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Mobilising the company’s stakeholders on behalf of full sustainability entails the development of their stories about the Anthropocene. The Anthropocene is our era in which we humans have an increasingly significant influence on the Earth. 

This article/blog outlines the most common Anthropocene stakeholder stories I am aware of. They vary greatly, and can aid or hinder sustainability. I have encountered each one in stakeholder contexts, mostly amongst senior employees. There is a large background literature (for a start, see the references). As I shall describe in the section that follows, these stories are rarely ‘pure’ but get mixed up. I aim to demonstrate that employees, customers, suppliers and other stakeholders are already acting them out.

In sharing my approach on how to recognise and develop them, I hope that the development of Anthropocene stories can be added to coaching’s unique expertise in helping clients build their visions. As coaches at different levels – individual and team – we already do development work by interpreting what’s going on through our blends of person-centred, cognitive-behavioural, psychodynamic, existential and other approaches. Anthropocene stories add to these a focus on sustainability.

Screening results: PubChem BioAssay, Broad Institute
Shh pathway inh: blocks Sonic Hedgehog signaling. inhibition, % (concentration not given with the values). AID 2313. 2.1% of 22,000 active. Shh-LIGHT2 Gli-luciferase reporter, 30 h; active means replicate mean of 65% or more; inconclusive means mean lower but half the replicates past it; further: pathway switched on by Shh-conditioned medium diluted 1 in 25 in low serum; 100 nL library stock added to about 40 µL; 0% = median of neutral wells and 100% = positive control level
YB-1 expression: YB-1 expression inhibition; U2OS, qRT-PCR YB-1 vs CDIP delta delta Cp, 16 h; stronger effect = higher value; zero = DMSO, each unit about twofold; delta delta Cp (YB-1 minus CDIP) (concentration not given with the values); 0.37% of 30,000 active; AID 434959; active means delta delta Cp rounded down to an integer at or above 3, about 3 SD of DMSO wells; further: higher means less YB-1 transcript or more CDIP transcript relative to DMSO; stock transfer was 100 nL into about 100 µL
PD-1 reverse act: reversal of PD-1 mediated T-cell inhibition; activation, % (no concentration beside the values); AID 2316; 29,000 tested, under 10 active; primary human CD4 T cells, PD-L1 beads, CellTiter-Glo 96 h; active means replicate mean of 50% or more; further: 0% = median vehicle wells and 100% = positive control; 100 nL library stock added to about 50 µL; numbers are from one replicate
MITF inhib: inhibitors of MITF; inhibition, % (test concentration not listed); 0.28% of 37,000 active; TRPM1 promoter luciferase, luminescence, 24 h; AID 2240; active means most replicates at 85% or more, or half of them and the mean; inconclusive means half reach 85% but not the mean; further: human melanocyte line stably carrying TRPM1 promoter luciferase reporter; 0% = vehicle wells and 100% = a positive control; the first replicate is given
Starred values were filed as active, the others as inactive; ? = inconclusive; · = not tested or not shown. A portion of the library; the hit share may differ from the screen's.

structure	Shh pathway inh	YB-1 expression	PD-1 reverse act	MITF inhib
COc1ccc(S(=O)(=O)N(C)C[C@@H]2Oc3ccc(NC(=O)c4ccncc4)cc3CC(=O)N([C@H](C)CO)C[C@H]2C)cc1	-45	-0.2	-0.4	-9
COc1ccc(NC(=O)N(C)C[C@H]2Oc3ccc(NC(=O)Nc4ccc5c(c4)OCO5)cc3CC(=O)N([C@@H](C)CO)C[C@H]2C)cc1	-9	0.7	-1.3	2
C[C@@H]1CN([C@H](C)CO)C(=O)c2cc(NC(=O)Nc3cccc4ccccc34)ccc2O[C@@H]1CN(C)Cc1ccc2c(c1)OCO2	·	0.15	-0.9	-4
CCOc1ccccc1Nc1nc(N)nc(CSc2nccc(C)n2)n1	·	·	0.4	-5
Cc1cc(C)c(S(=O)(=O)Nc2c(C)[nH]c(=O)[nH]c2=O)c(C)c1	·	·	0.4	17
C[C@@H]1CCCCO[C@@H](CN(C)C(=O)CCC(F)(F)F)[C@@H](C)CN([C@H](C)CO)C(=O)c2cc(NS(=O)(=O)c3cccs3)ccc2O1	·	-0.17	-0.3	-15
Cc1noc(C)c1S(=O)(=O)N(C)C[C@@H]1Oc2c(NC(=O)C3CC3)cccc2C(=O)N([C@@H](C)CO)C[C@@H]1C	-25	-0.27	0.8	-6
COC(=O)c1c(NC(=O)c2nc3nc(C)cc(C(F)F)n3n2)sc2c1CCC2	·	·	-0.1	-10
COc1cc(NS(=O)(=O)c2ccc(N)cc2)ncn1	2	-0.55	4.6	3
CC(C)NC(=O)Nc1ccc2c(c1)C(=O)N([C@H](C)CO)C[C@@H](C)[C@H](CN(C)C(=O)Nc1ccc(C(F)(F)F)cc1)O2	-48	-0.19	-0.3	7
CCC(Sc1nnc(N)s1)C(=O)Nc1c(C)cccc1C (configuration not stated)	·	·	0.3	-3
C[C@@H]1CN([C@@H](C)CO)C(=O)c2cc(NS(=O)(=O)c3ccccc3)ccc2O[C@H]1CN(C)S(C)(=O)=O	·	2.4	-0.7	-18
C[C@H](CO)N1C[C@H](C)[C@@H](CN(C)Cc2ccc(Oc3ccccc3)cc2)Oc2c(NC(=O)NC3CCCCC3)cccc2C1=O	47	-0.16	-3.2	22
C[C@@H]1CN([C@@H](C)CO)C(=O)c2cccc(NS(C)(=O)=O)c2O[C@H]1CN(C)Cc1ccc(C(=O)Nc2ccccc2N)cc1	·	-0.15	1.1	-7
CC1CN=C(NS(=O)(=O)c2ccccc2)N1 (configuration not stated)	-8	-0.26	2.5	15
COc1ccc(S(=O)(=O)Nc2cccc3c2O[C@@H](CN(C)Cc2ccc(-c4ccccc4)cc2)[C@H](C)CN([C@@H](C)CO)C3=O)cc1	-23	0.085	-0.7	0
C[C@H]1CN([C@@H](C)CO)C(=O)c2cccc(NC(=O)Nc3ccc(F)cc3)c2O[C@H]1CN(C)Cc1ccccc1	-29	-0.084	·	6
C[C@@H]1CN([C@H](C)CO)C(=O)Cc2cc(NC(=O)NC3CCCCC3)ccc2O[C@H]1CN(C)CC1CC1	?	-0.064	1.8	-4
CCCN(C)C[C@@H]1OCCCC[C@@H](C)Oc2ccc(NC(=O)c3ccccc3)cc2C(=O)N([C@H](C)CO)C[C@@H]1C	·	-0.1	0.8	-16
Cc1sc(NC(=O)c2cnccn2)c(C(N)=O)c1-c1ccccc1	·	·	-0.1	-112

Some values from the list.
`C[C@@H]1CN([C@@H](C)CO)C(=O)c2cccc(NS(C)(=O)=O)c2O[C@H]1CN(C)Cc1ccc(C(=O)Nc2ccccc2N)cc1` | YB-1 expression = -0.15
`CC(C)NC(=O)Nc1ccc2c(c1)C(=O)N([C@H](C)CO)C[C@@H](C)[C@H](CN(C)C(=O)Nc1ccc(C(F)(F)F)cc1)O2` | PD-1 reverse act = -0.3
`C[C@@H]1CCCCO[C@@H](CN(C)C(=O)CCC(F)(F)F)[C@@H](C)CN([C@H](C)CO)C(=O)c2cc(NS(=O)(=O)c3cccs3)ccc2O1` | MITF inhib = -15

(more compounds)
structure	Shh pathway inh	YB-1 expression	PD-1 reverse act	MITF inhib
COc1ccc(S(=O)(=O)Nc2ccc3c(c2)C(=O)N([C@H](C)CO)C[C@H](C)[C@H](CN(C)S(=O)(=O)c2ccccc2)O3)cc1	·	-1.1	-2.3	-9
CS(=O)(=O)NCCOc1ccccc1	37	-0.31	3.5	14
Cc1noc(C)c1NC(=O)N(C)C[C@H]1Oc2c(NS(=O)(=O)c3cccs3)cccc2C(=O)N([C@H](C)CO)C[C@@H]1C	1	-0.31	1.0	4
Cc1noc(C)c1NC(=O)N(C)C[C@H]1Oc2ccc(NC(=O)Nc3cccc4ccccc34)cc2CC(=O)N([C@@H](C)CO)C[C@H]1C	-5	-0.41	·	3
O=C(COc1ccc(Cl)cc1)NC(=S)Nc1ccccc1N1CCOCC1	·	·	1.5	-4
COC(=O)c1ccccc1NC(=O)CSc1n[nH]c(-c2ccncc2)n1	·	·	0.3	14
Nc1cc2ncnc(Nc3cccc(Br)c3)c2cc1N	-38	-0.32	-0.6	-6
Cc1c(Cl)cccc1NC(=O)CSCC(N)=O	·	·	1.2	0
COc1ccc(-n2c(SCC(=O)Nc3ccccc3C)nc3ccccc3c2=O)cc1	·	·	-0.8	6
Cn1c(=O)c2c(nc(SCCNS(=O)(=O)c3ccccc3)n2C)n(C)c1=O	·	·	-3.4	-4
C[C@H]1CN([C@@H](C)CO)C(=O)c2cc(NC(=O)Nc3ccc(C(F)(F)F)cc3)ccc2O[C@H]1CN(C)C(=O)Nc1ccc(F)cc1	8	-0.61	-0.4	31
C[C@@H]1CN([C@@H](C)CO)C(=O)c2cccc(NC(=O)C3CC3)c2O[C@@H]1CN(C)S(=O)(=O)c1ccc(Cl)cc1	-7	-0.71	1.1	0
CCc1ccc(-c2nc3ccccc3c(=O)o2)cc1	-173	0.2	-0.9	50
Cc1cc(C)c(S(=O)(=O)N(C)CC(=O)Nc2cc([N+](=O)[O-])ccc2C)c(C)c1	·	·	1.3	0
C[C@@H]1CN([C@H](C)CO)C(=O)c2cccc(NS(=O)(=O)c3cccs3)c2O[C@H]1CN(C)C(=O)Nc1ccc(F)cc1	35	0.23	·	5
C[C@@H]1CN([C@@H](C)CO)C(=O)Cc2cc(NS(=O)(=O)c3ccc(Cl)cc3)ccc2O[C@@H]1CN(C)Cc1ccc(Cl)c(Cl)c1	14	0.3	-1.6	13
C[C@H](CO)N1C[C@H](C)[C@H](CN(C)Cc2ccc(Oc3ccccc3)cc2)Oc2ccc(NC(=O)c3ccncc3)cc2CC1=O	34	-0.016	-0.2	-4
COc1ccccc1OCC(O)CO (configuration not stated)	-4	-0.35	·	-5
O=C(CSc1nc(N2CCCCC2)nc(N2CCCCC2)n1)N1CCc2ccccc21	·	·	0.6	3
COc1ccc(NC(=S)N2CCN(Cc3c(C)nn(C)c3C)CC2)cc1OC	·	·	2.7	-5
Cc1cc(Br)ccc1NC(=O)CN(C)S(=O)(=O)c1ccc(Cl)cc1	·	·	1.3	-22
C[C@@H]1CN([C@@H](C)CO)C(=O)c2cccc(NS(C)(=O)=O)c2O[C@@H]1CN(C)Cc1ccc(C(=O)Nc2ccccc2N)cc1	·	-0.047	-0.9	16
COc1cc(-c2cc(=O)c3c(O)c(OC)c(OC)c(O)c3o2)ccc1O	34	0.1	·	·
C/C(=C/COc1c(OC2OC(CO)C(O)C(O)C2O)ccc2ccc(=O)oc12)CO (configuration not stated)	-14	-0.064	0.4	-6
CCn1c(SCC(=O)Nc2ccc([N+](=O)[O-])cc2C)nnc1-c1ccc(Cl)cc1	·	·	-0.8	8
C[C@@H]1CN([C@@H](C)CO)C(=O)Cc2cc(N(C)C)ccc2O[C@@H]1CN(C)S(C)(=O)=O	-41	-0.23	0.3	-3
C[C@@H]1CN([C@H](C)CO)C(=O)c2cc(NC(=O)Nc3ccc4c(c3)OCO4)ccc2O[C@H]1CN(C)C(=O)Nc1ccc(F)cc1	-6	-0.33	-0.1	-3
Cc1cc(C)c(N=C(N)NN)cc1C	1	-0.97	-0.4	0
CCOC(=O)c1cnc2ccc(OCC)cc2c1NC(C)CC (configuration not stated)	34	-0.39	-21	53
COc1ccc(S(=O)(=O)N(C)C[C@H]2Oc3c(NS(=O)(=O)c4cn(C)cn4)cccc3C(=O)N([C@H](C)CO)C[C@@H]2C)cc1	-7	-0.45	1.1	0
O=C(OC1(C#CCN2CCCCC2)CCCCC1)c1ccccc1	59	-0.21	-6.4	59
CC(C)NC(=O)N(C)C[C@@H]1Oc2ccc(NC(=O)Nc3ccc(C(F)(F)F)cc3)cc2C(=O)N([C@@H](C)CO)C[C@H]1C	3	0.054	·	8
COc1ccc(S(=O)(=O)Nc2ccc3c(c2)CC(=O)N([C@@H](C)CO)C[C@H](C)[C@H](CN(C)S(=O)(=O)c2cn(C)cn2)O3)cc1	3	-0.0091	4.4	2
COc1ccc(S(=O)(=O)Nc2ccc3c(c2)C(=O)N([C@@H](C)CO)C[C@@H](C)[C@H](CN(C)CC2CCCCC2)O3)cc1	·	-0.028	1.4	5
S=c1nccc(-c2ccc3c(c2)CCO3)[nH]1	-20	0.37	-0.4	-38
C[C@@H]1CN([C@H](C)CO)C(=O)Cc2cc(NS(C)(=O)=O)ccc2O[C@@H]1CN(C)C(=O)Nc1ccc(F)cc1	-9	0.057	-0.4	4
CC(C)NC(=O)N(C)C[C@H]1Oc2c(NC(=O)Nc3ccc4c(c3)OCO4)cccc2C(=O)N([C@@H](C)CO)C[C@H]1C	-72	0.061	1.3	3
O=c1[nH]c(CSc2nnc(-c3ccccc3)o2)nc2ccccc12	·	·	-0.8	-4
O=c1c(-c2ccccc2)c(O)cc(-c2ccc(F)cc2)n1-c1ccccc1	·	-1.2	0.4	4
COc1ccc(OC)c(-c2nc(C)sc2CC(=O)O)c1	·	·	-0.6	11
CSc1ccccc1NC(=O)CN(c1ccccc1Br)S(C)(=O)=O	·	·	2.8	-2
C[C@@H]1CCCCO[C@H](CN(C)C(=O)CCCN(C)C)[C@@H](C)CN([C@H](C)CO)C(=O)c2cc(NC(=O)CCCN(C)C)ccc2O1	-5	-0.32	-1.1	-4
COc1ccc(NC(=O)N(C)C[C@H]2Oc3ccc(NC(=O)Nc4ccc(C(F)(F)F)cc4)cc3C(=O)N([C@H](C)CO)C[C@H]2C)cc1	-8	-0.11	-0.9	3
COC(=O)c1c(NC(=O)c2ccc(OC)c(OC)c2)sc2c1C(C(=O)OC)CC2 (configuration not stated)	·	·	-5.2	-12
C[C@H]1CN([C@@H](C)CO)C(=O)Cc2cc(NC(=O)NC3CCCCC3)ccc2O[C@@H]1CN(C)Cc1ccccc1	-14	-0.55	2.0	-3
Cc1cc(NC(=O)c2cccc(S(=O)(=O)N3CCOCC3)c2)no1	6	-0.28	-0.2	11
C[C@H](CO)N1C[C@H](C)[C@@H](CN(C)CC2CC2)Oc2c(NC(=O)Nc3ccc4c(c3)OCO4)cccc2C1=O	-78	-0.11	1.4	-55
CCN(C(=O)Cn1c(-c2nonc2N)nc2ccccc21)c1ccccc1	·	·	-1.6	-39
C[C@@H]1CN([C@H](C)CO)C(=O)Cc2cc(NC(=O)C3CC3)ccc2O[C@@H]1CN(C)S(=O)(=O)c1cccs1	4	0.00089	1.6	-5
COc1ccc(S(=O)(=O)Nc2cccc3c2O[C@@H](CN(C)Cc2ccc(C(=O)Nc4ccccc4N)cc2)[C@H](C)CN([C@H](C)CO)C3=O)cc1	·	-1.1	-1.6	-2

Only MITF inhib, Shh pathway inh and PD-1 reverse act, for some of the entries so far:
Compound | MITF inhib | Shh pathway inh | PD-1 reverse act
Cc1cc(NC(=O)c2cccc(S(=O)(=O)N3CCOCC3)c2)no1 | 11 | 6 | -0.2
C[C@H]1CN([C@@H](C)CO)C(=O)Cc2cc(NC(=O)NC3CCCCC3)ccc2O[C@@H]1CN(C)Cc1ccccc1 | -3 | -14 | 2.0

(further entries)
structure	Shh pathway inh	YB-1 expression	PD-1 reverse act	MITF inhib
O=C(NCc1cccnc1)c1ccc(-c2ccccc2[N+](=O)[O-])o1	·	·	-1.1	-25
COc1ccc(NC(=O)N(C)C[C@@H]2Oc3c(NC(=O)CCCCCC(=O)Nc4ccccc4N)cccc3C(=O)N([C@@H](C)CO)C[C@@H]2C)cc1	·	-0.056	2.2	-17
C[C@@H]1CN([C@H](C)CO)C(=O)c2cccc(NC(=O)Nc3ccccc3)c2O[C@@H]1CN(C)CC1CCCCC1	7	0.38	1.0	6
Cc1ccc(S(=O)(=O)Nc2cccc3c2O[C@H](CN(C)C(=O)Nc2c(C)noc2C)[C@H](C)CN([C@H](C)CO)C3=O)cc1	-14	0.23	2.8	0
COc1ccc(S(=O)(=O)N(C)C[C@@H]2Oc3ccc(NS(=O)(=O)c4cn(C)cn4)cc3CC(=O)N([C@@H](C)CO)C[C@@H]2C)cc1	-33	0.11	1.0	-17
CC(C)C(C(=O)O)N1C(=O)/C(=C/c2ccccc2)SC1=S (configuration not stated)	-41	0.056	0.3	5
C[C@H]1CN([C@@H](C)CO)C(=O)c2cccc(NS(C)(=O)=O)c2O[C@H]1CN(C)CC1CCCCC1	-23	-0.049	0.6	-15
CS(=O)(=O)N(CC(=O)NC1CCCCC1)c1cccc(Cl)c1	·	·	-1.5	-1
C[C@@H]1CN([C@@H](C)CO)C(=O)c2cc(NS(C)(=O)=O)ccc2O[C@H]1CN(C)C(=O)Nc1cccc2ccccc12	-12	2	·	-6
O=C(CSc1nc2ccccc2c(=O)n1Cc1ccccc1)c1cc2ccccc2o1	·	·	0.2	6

Development of the stories – the single quotes in the bullets below − seems to me to fall into three groups: 

  • Relating future ‘doom’ and ‘utopia’ − i.e. apocalyptic dreads and hopes − to reason in the present. The challenge is to channel apocalyptic energies constructively now 
  • Adding to ‘back-to-nature’ stories so they can meet organisational realities. The challenge is how glimpses of paradise at the heart of stakeholder back-to-nature personal behaviour and feeling can complement organisational complexities
  • Integrating ‘geological fatalism’, ‘the technological fix’ and ‘ecology as a development of consciousness’ into a good (i.e. sustainable) Anthropocene. This is a challenge: the insight these mindsets bring tends to be isolated